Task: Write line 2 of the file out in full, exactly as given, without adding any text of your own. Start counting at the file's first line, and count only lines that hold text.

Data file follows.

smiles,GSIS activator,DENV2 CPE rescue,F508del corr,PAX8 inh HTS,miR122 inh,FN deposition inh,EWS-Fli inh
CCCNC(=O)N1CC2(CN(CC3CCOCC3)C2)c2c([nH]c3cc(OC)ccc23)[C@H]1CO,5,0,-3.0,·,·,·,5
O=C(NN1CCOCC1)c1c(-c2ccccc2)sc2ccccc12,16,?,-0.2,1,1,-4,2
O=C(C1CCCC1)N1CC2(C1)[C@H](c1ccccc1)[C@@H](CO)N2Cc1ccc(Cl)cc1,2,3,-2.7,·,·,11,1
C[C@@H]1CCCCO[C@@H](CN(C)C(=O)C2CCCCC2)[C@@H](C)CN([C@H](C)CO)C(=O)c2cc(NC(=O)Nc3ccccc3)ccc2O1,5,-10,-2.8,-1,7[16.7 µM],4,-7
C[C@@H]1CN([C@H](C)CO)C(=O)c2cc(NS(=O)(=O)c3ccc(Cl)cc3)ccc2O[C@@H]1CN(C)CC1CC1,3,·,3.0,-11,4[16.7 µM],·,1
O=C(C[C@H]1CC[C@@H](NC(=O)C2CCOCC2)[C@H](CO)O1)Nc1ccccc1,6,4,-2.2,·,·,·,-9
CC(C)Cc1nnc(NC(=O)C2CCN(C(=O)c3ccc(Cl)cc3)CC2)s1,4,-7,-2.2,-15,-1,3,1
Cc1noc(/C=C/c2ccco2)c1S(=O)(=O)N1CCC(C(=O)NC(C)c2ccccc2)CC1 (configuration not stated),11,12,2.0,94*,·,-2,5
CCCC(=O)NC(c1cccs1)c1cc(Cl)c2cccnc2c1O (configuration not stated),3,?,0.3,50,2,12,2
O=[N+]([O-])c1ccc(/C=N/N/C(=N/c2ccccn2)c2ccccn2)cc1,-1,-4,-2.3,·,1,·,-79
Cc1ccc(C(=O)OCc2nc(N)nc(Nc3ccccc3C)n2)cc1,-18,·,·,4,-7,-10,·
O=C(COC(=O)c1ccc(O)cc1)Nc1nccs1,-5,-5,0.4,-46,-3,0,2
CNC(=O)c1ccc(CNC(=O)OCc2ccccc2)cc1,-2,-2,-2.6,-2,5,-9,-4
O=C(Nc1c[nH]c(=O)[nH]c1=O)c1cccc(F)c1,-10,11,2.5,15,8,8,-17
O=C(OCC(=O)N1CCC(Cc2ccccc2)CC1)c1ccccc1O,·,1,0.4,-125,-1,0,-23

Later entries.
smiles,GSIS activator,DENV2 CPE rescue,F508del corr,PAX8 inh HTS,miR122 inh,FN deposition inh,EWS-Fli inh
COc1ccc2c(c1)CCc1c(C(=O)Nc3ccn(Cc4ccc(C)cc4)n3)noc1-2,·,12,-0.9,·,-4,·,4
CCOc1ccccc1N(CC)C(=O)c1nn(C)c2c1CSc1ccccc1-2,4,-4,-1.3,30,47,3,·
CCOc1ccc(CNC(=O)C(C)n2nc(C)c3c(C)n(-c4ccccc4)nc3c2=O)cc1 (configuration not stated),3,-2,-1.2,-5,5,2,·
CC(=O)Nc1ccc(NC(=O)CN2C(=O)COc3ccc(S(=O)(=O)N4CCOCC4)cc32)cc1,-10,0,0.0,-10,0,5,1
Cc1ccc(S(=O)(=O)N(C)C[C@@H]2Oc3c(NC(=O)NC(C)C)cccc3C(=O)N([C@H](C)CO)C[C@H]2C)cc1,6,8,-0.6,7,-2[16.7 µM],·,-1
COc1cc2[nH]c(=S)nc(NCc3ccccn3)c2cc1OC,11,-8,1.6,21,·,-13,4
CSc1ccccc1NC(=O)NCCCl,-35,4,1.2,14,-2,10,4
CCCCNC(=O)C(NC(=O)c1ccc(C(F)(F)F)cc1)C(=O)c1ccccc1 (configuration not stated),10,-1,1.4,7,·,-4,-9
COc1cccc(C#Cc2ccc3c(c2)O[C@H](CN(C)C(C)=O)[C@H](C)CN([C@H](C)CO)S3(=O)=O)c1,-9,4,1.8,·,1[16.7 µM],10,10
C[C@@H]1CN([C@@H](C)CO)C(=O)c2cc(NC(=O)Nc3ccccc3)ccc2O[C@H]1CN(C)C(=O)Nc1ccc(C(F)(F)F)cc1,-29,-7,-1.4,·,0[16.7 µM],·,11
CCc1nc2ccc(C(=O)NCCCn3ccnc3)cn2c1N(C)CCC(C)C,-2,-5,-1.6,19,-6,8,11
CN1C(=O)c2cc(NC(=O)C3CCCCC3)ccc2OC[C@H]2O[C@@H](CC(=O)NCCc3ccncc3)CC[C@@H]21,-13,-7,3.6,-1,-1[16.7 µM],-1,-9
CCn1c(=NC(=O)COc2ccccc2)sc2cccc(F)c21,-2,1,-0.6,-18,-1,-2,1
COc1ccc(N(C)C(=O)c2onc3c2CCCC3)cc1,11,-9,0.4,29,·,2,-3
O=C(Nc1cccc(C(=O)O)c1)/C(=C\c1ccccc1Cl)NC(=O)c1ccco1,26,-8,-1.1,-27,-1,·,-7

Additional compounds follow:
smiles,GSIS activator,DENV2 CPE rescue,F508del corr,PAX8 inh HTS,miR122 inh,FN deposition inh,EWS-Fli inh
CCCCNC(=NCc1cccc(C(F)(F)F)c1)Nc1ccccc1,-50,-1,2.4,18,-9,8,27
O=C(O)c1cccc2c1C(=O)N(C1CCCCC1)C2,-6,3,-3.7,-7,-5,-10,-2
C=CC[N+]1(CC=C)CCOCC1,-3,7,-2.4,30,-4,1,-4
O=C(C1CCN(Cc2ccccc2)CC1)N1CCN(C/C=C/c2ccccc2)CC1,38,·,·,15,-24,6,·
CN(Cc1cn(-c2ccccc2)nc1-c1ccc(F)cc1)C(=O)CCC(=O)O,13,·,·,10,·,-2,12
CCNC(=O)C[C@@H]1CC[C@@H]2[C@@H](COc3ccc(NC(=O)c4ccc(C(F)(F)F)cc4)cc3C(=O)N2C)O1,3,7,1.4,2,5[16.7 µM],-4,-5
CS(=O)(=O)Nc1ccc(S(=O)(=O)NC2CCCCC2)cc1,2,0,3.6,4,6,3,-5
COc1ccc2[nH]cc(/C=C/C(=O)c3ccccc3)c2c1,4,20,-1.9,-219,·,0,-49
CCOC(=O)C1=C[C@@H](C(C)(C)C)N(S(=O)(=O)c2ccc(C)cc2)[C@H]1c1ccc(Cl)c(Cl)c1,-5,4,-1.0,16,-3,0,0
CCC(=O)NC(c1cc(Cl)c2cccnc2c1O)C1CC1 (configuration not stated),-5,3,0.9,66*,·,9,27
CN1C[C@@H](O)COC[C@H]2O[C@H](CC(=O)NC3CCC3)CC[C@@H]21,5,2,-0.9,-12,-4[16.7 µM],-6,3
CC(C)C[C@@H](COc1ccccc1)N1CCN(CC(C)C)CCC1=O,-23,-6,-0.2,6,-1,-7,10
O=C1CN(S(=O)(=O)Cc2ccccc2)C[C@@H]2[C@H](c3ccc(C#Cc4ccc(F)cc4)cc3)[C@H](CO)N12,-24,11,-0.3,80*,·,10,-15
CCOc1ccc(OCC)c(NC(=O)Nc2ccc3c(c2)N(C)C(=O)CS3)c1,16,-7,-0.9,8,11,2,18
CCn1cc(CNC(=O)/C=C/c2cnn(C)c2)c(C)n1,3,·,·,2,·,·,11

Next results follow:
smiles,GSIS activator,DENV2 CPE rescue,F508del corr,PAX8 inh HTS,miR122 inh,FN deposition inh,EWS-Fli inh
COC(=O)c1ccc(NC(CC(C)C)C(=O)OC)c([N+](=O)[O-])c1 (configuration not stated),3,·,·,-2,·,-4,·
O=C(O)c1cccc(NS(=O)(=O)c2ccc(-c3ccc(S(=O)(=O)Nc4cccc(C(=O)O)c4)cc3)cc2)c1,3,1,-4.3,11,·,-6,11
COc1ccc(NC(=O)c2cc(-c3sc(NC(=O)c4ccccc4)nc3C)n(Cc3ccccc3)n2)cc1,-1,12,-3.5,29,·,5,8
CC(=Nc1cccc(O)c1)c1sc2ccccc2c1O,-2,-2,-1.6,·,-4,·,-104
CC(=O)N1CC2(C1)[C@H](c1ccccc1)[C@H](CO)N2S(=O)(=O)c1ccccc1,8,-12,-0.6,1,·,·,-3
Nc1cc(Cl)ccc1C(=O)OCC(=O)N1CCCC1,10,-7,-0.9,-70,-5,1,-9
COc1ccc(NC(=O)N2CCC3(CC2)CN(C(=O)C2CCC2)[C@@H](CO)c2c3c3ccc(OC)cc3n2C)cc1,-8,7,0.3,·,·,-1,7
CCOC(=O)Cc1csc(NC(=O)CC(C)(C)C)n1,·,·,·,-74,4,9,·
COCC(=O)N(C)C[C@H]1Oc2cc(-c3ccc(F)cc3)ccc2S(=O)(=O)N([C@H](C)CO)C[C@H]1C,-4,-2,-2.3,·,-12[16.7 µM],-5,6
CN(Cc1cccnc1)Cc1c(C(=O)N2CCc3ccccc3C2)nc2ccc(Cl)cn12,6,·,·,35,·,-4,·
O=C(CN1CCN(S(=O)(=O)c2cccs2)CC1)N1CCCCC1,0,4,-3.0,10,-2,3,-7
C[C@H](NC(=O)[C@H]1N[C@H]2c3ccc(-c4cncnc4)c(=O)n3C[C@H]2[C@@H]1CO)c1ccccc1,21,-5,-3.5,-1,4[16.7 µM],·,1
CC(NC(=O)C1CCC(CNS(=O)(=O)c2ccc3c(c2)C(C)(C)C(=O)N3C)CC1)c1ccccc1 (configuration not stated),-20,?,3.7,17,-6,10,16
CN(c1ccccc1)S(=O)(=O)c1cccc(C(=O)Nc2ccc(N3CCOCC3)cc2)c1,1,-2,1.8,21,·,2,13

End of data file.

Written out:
CCCNC(=O)N1CC2(CN(CC3CCOCC3)C2)c2c([nH]c3cc(OC)ccc23)[C@H]1CO,5,0,-3.0,·,·,·,5